#UN; #Peace&Security; #HateSpeech; #Covid-19Pandemic
Geneva, May 8 (Canadian-Media): UN Secretary-General António Guterres is calling for concerted global action to quash the “tsunami” of hate speech that has risen alongside the COVID-19 pandemic, UN reports said.
A young girl holds a sign which says Zo Kwe Zo, Central African Republic's national motto, meaning all human beings are equal (file photo). Image credit: OCHA/Yaye Nabo Sène
“COVID-19 does not care who we are, where we live, what we believe or about any other distinction. We need every ounce of solidarity to tackle it together. Yet the pandemic continues to unleash a tsunami of hate and xenophobia, scapegoating and scare-mongering”, he said.
Mr. Guterres listed examples of hate speech that have surfaced during the crisis, ranging from anti-foreigner sentiment, to antisemitic conspiracy theories and attacks against Muslims.
Migrants and refugees also have been “vilified” as a source of the virus and subsequently denied access to treatment, he continued, while “contemptible memes” suggest that older persons are the most expendable in the pandemic.
Meanwhile, journalists, health professionals, aid workers, human rights defenders and others have been targeted simply for doing their jobs.
“We must act now to strengthen the immunity of our societies against the virus of hate”, the Secretary-General said, adding “that’s why I’m appealing today for an all-out effort to end hate speech globally”.
Mr. Guterres called on political leaders to build and reinforce social cohesion, while educational institutions were urged to focus on digital literacy at a time when billions of young people are online, where extremists are also lurking.
Social media responsibility
He said the media, and particularly social media companies, can also do more to flag and remove racist, misogynist and other harmful content.
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“I call on civil society to strengthen outreach to vulnerable people, and religious actors to serve as models of mutual respect”, Mr. Guterres continued.
“And I ask everyone, everywhere, to stand up against hate, treat each other with dignity and take every opportunity to spread kindness”.
The United Nations has been mobilizing against what has been described as a “groundswell” of xenophobia, racism and intolerance.
Last year, the Secretary-General launched the UN Strategy and Plan of Action on Hate Speech to enhance these efforts, which outlines commitments that include supporting countries in policy development.
#Conflict; #Violence; #ChildDisplacement; #Peace; #Covid19
Geneva, May 4 (Canadian-Media): A new UN report finds that some 19 million children were displaced within their own countries due to conflict and violence in 2019, more than in any other year, making them among the most vulnerable to the global spread of COVID-19, media reports said.
A young boy plays while his mother lines up at a water point in a camp for displaced people in Aden, southern Yemen. Image credit: UNICEF/Moohialdin Fuad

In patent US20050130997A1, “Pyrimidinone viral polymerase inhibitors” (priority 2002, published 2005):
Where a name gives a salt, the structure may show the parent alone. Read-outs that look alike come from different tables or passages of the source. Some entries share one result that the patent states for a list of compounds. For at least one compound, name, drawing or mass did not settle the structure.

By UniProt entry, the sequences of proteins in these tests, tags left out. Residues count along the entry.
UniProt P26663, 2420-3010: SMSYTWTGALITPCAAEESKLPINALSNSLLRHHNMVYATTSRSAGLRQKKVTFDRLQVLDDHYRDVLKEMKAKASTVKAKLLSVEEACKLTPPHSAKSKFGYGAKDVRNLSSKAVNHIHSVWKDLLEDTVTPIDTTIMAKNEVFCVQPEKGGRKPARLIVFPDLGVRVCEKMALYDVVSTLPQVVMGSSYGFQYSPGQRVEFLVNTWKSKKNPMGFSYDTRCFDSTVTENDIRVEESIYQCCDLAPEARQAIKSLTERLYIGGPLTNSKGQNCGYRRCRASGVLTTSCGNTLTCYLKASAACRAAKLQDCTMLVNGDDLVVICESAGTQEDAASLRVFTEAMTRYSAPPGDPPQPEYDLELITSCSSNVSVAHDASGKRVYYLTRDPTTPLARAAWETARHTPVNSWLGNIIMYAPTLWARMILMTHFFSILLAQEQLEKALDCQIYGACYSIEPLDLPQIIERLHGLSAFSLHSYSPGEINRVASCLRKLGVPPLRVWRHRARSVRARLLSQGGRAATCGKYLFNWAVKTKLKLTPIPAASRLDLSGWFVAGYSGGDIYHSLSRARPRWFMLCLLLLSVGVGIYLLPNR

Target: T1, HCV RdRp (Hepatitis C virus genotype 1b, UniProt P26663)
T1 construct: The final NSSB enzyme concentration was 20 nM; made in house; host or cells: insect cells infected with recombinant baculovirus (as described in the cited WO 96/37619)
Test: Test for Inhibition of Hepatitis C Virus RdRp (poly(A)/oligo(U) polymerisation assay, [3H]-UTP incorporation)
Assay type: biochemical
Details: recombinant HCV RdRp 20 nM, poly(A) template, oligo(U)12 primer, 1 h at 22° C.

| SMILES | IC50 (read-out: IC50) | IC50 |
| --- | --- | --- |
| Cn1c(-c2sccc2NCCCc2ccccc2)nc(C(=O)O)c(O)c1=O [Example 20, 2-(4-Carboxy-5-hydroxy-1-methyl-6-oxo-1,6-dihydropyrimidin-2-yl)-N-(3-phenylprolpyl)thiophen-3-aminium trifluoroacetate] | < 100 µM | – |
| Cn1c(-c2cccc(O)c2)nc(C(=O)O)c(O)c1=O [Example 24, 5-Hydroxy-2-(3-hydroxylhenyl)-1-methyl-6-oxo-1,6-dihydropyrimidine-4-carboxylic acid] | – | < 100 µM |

According to the “Lost at Home” report, published on Tuesday by the UN Children’s Fund (UNICEF), there were 12 million new displacements of children in 2019: around 3.8 million of them caused by conflict and violence, and 8.2 million, due to disasters linked mostly to weather-related events.
Coronavirus intensifying suffering The COVID-19 pandemic is only making a critical situation worse, the agency says. Camps or informal settlements are often overcrowded, and lack adequate hygiene and health services. Physical distancing is often not possible, creating conditions that are highly conducive to the spread of disease.
“When new crises emerge, like the COVID-19 pandemic, these children are especially vulnerable,” said UNICEF Executive Director Henrietta Fore. “It is essential that Governments and humanitarian partners work together to keep them safe, healthy, learning and protected.”
When new crises emerge, like the COVID-19 pandemic, these children are especially vulnerable - UNICEF chief
The report looks at the risks internally displaced children face –- child labour, child marriage, trafficking among them -- and the actions urgently needed to protect them. It calls for strategic investments and a united effort by Governments, civil society, companies, humanitarian actors and children themselves to address the child-specific drivers of displacement, in particular, violence, exploitation and abuse.
Government investment key It also calls on Governments convening under the High-Level Panel on Internal Displacement, established by Secretary-General António Guterres, to invest in actions that will provide protection and equitable access to services for all internally displaced children and their families.
Better, timely and accessible data -- disaggregated by age and gender -- is also critical to delivering on this agenda, the report says. “Internally displaced children and youth themselves must have a seat at the table,” it emphasizes, and offered the opportunity to be part of the solution.